The 'Trends of Chinese economic linkages' graph below plots the four types of economic linkages of other economies with China (imports and exports, indexed to 1 in 1999), across passive (imports/exports) or active (investment/aid) indicators. As you might expect, formal participants lead the other groups. The hypothesised economic surge as a result of the BRI fails to materialise.

Our research finds that participation in the BRI does not have a strong influence on a country's economic linkages with China

The BRI, therefore, does not have a strong impact on a country’s economic linkages with China. This finding does not necessarily mean that China has not spent more effort in cultivating economic ties (as the figures of investments demonstrate). It does show, however, that efforts began long before the BRI launched in 2013.

Two case studies from the EU

We chose Hungary and Italy as case studies to examine the dynamics of two medium-sized (in economic terms) EU countries with formal BRI status. Hungary is experiencing democratic backsliding while seemingly embracing tighter connections with China. Thus, it is a case in which the BRI is most likely to exert its effect. Italy, on the other hand, has made high-profile overtures to the BRI. It joined in 2019, much to the world’s surprise.

Both cases show a similar pattern regarding the relative importance of Chinese investments. The increase in the flow of investment was much larger prior to the onset of BRI than after (though Hungary did register a slight decrease). This hints strongly that the BRI's economic effects are limited.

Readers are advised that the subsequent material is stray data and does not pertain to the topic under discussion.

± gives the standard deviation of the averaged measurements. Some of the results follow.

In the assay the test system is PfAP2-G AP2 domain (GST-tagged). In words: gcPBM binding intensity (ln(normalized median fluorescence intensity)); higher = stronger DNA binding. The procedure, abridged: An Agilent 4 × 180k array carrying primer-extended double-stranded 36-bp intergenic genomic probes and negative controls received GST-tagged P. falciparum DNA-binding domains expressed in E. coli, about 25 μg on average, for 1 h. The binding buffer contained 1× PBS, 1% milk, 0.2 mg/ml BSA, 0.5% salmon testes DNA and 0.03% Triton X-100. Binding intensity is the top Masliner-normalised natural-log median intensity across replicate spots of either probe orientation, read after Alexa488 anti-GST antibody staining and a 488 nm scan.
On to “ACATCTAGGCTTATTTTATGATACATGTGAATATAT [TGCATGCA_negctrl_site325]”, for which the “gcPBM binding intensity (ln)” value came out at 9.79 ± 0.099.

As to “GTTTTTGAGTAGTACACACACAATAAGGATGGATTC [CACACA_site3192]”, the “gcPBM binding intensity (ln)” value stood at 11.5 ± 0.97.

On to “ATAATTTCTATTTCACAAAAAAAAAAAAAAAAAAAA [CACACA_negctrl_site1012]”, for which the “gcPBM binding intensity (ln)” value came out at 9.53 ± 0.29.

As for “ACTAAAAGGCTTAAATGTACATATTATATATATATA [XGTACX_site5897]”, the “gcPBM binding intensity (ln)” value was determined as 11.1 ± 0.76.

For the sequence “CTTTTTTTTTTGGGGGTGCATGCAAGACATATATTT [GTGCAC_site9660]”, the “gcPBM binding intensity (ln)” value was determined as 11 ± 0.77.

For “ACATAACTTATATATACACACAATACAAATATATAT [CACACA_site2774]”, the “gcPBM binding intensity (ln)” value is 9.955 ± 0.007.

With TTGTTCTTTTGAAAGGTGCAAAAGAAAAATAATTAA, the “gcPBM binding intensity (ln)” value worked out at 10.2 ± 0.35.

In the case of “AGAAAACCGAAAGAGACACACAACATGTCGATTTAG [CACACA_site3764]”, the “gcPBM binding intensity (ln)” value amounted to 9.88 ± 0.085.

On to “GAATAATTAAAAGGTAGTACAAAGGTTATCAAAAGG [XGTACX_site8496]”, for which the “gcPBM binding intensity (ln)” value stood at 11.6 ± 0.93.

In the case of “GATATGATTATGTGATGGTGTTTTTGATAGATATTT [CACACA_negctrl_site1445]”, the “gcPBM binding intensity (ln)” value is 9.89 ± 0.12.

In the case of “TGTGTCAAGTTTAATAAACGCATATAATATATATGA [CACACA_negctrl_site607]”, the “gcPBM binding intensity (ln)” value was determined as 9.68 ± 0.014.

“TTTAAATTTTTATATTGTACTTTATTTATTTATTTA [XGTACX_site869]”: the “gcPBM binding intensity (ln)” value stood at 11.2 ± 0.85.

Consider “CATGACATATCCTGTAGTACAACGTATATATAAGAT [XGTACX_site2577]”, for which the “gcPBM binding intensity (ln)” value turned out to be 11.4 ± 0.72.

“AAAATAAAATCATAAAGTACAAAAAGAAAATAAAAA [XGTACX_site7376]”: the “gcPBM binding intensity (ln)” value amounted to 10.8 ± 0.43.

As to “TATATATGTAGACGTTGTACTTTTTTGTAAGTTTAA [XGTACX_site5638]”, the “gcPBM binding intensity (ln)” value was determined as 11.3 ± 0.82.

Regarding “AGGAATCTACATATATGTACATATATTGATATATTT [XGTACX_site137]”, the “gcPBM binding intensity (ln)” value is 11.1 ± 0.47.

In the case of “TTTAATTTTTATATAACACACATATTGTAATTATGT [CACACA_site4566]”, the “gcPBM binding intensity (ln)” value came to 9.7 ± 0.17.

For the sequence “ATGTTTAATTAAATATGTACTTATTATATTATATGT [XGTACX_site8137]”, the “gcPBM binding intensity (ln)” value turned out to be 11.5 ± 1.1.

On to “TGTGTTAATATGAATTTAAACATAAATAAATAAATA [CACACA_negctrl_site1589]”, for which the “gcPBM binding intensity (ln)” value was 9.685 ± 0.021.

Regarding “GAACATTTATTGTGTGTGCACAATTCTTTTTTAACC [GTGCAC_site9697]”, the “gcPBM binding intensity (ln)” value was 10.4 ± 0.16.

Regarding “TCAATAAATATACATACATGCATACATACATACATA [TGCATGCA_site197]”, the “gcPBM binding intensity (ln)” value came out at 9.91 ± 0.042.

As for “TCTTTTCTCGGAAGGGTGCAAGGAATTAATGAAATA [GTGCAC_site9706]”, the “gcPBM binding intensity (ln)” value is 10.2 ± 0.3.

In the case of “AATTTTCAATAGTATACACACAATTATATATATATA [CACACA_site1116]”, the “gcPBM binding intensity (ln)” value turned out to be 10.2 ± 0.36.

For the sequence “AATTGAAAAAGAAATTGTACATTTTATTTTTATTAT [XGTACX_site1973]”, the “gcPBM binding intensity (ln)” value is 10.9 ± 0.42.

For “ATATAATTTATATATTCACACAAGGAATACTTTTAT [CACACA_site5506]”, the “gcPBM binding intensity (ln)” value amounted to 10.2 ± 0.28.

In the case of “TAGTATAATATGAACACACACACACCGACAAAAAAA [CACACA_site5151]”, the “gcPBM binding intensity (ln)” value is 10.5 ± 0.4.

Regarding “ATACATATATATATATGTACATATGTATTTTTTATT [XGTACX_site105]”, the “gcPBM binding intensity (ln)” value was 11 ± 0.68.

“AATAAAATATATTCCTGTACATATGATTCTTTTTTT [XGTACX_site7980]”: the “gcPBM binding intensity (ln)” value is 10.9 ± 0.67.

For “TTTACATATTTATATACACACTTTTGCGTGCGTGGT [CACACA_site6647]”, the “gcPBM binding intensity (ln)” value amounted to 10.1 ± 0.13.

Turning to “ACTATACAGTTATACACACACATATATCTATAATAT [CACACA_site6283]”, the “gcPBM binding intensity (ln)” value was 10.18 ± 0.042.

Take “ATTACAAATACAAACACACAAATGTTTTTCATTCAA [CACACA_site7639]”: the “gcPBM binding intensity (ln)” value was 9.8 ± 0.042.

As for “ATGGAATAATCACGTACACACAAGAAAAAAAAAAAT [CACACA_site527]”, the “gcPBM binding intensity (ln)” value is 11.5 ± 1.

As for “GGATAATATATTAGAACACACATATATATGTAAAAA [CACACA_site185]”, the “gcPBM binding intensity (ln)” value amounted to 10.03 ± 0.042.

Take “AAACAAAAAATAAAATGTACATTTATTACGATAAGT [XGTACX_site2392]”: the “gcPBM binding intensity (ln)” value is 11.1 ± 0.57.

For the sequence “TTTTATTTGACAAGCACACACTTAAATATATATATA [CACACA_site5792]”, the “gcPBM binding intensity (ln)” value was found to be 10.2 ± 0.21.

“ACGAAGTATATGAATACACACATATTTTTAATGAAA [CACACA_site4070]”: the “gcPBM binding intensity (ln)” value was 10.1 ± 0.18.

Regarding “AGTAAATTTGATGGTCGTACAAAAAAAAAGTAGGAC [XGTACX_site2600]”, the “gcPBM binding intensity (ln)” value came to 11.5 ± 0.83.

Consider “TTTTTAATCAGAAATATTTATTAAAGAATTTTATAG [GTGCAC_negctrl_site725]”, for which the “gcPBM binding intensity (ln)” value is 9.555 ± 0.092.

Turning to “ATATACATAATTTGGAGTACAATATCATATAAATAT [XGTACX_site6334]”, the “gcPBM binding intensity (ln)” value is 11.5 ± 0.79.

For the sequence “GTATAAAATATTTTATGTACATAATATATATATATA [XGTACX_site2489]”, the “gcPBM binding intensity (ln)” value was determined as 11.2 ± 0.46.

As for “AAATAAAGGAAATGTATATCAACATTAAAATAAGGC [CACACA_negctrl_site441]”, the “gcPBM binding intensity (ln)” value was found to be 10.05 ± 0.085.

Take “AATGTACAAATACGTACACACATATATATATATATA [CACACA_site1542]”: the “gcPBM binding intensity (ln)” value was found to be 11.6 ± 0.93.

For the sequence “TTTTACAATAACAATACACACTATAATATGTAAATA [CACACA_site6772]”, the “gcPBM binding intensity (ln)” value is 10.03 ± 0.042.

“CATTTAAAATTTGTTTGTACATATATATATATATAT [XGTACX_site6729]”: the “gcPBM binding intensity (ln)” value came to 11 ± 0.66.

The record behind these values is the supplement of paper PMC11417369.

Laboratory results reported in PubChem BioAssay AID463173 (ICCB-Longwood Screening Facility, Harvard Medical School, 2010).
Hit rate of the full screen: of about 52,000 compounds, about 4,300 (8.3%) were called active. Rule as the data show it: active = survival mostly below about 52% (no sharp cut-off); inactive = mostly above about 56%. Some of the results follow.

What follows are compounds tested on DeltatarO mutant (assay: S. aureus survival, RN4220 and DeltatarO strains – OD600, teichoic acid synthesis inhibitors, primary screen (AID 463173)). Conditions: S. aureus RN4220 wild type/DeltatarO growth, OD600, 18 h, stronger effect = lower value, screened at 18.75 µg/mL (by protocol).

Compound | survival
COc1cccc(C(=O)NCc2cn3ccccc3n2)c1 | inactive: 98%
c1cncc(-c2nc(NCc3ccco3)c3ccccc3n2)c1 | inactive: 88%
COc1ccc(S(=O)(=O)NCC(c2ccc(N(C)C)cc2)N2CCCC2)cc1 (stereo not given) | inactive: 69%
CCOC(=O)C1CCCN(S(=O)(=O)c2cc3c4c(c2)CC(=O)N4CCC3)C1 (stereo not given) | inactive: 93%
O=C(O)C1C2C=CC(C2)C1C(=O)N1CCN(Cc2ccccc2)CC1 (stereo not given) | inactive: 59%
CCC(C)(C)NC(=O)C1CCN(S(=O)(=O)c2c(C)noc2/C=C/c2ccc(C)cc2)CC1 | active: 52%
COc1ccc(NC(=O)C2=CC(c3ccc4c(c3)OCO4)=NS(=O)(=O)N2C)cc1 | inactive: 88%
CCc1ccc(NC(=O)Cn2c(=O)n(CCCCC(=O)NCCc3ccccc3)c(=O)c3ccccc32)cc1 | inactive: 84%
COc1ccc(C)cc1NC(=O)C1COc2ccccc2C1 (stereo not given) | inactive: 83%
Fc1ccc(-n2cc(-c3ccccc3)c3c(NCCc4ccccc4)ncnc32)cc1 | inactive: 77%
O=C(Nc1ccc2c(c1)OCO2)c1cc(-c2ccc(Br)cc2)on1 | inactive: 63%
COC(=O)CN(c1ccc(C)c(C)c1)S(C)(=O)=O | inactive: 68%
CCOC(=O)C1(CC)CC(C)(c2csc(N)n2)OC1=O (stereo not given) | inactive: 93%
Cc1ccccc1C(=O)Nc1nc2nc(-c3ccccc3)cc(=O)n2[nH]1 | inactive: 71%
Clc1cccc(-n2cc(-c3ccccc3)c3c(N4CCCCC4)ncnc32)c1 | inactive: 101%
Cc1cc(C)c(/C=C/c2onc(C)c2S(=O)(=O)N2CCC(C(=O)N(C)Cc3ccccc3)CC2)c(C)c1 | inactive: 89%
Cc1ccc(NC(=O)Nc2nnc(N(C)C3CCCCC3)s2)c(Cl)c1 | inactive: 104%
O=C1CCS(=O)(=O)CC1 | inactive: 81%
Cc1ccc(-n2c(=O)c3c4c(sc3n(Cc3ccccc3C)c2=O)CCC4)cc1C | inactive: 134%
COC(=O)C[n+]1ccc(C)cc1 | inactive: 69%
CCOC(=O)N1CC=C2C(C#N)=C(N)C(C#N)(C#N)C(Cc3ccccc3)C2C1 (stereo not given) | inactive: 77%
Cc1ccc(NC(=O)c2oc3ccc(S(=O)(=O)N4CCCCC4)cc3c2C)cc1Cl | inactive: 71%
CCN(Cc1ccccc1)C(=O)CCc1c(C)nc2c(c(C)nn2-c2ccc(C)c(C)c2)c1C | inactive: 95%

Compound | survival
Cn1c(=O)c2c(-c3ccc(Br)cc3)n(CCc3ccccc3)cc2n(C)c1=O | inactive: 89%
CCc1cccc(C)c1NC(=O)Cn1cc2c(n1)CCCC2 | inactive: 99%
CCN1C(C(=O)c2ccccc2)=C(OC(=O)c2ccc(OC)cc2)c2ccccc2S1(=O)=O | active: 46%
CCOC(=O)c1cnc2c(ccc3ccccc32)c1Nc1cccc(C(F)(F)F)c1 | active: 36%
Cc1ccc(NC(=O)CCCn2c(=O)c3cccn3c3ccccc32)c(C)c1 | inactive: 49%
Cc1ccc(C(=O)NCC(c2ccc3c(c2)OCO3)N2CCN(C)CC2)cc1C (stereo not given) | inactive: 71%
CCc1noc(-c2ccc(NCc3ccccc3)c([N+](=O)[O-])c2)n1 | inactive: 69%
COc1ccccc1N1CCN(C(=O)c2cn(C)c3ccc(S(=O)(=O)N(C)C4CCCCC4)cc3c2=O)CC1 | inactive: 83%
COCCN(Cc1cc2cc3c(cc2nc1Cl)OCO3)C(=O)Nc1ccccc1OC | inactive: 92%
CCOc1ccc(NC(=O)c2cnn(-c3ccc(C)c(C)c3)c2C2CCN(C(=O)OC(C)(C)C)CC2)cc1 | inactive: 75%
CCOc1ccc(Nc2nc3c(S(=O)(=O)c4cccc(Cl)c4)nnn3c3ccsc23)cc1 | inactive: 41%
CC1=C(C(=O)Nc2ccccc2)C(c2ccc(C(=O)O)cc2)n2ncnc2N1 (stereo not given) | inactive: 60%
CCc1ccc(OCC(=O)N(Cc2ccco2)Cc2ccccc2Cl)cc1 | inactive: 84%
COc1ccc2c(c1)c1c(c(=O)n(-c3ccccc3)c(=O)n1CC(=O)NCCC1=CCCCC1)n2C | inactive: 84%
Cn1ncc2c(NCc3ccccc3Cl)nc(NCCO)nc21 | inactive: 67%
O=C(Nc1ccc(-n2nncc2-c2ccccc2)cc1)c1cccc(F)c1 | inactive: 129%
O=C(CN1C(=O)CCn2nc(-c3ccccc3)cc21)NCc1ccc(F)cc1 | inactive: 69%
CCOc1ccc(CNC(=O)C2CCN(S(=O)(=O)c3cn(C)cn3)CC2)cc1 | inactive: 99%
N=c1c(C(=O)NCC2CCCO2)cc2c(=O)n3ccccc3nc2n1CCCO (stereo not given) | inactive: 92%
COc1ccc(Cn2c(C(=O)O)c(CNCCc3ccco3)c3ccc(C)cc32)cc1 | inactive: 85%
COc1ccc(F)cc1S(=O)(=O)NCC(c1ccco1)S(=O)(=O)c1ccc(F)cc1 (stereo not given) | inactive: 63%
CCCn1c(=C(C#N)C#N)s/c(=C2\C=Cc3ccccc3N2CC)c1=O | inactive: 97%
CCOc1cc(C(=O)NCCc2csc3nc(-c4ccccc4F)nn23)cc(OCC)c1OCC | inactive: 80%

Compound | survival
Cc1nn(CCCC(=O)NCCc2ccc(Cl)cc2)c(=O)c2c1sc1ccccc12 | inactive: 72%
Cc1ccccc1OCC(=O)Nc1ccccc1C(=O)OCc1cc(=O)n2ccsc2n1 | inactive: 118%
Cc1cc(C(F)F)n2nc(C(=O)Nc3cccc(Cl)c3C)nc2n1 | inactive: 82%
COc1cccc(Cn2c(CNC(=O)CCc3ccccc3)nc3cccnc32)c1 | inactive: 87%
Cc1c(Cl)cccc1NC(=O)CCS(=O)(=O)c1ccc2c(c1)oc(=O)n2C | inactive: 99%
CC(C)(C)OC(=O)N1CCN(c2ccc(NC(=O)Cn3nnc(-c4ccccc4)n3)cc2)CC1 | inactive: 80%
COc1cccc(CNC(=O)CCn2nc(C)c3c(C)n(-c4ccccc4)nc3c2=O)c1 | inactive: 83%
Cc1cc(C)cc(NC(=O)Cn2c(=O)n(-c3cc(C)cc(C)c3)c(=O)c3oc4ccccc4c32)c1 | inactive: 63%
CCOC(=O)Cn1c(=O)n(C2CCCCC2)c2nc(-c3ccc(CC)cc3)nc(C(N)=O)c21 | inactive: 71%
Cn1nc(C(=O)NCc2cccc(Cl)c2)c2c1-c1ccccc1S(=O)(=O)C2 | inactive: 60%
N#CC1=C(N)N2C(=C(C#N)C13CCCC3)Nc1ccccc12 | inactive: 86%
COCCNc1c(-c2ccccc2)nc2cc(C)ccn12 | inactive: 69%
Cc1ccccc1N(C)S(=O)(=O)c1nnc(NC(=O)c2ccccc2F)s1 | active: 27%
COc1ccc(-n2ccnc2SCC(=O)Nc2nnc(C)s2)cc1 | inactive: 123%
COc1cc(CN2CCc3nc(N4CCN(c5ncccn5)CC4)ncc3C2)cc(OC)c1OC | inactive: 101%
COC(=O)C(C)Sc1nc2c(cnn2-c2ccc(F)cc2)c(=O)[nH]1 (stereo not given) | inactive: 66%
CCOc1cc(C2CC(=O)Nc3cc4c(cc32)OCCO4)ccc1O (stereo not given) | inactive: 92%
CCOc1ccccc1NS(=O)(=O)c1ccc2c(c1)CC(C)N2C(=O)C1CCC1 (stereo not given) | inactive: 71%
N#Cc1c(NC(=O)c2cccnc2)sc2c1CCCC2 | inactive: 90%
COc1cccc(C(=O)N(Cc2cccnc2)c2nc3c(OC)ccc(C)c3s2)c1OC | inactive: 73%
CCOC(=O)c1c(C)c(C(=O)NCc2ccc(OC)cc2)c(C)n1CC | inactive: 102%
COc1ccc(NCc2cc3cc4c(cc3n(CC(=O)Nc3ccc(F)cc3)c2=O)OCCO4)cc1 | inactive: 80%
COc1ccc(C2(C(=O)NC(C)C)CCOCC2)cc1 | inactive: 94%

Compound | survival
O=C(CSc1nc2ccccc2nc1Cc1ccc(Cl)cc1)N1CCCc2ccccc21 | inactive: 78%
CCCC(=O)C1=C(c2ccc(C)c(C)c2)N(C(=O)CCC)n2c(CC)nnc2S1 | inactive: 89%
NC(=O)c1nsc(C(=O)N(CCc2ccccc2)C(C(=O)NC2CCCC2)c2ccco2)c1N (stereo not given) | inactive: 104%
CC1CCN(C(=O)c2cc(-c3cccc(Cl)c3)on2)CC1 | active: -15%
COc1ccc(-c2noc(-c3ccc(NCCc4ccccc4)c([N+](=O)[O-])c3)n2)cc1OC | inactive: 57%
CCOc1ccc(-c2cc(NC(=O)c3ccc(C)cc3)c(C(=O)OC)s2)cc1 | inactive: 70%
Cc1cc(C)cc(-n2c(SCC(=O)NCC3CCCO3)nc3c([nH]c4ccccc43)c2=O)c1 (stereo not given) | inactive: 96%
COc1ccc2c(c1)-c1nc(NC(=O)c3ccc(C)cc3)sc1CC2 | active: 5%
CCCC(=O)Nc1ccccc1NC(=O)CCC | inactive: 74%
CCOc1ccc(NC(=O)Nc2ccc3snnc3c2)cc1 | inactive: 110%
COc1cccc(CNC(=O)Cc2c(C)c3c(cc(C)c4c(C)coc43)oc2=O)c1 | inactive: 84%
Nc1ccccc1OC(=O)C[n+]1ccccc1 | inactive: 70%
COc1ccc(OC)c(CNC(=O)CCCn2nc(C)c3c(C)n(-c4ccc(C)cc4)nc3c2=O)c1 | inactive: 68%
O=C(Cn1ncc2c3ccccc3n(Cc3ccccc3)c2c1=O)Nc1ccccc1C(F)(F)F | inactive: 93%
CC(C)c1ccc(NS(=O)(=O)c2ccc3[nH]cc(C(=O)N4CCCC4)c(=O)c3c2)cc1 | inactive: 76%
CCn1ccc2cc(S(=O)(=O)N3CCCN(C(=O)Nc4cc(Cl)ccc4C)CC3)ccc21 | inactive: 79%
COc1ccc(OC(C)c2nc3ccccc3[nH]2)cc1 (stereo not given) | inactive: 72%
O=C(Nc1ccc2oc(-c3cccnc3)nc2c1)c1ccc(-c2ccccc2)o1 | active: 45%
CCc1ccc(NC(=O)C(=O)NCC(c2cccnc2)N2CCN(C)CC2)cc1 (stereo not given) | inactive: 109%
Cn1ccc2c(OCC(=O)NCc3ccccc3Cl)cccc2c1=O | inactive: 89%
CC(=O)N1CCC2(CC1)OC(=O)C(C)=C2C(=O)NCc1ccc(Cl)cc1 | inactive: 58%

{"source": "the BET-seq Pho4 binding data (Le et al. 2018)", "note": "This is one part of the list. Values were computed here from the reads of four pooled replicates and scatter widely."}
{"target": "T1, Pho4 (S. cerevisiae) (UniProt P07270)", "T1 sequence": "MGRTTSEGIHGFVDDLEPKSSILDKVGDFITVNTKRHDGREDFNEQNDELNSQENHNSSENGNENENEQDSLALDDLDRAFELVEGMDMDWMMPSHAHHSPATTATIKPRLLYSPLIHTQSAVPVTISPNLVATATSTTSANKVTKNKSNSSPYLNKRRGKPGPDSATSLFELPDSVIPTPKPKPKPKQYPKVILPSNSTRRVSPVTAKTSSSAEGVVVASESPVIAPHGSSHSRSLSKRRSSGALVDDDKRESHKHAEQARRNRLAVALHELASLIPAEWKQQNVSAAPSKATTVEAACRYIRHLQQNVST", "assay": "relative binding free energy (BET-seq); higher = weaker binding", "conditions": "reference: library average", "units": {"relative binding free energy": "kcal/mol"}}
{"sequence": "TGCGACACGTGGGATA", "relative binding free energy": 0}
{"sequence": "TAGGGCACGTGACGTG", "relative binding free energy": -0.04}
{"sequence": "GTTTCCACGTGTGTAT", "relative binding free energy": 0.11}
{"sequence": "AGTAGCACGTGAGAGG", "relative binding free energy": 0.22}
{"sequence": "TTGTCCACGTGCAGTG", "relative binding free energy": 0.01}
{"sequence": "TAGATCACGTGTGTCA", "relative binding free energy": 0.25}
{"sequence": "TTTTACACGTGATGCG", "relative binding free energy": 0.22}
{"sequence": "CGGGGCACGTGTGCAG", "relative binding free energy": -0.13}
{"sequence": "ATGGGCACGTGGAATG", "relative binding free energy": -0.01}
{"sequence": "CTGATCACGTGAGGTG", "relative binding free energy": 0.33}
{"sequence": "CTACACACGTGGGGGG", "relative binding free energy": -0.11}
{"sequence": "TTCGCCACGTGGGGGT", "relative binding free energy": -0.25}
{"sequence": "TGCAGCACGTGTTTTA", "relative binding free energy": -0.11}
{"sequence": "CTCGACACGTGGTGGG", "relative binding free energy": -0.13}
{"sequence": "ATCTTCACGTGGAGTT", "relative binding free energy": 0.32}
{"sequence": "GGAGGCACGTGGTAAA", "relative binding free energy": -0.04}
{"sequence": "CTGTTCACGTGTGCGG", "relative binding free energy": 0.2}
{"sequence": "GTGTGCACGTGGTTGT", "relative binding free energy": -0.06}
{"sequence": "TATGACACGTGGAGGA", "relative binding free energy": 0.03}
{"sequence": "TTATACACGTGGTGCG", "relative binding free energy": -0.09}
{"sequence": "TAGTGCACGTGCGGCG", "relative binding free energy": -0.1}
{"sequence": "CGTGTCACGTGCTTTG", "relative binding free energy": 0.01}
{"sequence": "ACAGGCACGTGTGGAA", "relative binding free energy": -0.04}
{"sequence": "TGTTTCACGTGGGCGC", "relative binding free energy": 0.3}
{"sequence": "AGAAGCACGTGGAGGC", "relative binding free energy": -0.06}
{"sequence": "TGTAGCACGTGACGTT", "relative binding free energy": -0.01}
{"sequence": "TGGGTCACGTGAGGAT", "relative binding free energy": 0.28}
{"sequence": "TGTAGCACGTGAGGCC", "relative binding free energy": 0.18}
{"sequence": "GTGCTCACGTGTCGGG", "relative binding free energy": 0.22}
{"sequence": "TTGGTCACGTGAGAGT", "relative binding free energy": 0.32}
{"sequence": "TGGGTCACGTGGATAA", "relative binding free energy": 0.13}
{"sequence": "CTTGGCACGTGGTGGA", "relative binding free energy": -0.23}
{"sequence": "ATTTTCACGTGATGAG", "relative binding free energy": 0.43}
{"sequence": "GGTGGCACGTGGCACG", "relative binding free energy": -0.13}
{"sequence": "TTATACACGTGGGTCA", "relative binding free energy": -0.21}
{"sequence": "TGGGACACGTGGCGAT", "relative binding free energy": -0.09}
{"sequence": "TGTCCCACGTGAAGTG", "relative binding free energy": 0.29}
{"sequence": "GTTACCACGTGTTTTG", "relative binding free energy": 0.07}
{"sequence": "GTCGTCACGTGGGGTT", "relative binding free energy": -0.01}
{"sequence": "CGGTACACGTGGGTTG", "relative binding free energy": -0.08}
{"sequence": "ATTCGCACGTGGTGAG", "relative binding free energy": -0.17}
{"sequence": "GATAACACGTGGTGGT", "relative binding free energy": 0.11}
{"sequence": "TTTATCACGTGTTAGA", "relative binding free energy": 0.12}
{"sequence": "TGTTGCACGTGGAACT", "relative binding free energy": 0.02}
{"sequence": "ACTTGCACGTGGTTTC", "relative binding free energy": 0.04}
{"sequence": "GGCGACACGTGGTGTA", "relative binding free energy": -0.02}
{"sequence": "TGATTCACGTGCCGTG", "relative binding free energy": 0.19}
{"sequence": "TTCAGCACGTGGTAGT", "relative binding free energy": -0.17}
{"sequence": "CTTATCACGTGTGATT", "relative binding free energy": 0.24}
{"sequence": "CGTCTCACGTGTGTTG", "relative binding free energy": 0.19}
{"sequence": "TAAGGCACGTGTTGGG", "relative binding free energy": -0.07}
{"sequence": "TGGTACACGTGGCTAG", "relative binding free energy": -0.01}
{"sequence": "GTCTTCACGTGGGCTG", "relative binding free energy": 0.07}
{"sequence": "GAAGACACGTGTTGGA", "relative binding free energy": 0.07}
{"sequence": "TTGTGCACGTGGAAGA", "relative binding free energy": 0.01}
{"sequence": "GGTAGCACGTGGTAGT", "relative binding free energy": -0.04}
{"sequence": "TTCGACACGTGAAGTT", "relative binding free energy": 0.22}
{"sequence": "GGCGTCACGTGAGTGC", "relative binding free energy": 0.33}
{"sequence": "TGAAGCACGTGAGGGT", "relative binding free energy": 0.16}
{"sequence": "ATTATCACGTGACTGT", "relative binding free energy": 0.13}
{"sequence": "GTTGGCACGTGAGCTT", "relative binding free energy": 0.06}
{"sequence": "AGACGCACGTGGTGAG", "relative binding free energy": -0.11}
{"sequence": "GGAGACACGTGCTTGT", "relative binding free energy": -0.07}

Results of our analysis hint that the BRI's economic effects are limited

Overall, the Hungarian case demonstrates how the BRI is an attractive economic scheme for the Hungarian government. Although not directly related to the BRI, Hungary’s political system has experienced democratic backsliding in recent years, alongside increasing disputes with the EU. Hungary’s involvement in the BRI is concurrent with its international realignment; this reinforces our main argument that China’s BRI is a product of pre-existing international relations.

In contrast, the Italian BRI experience is more complex. For Italy, participation in China’s BRI was a purely economic decision for a succession of coalition governments. When Italy made an official decision to leave the BRI, on 6 December 2023, the project had exerted only limited observable economic effects.

China’s Belt and Road Initiative: a reassessment

Our mixed-methods approach, analysing over a decade of cross-national data and case studies, presents a novel reassessment of China’s BRI project. We show clearly that the BRI's true economic influence has been more modest than its scale and ambition have often implied.

This article presents the views of the author(s) and not necessarily those of the ECPR or the Editors of The Loop.

Contributing Authors

photograph of James F. Downes James F. Downes Assistant Professor (Senior) & Head (Programme Leader) Politics & Public Administration Programme, Hong Kong Metropolitan University More by this author
photograph of Mathew Wong Mathew Wong Associate Professor, Hong Kong Polytechnic University More by this author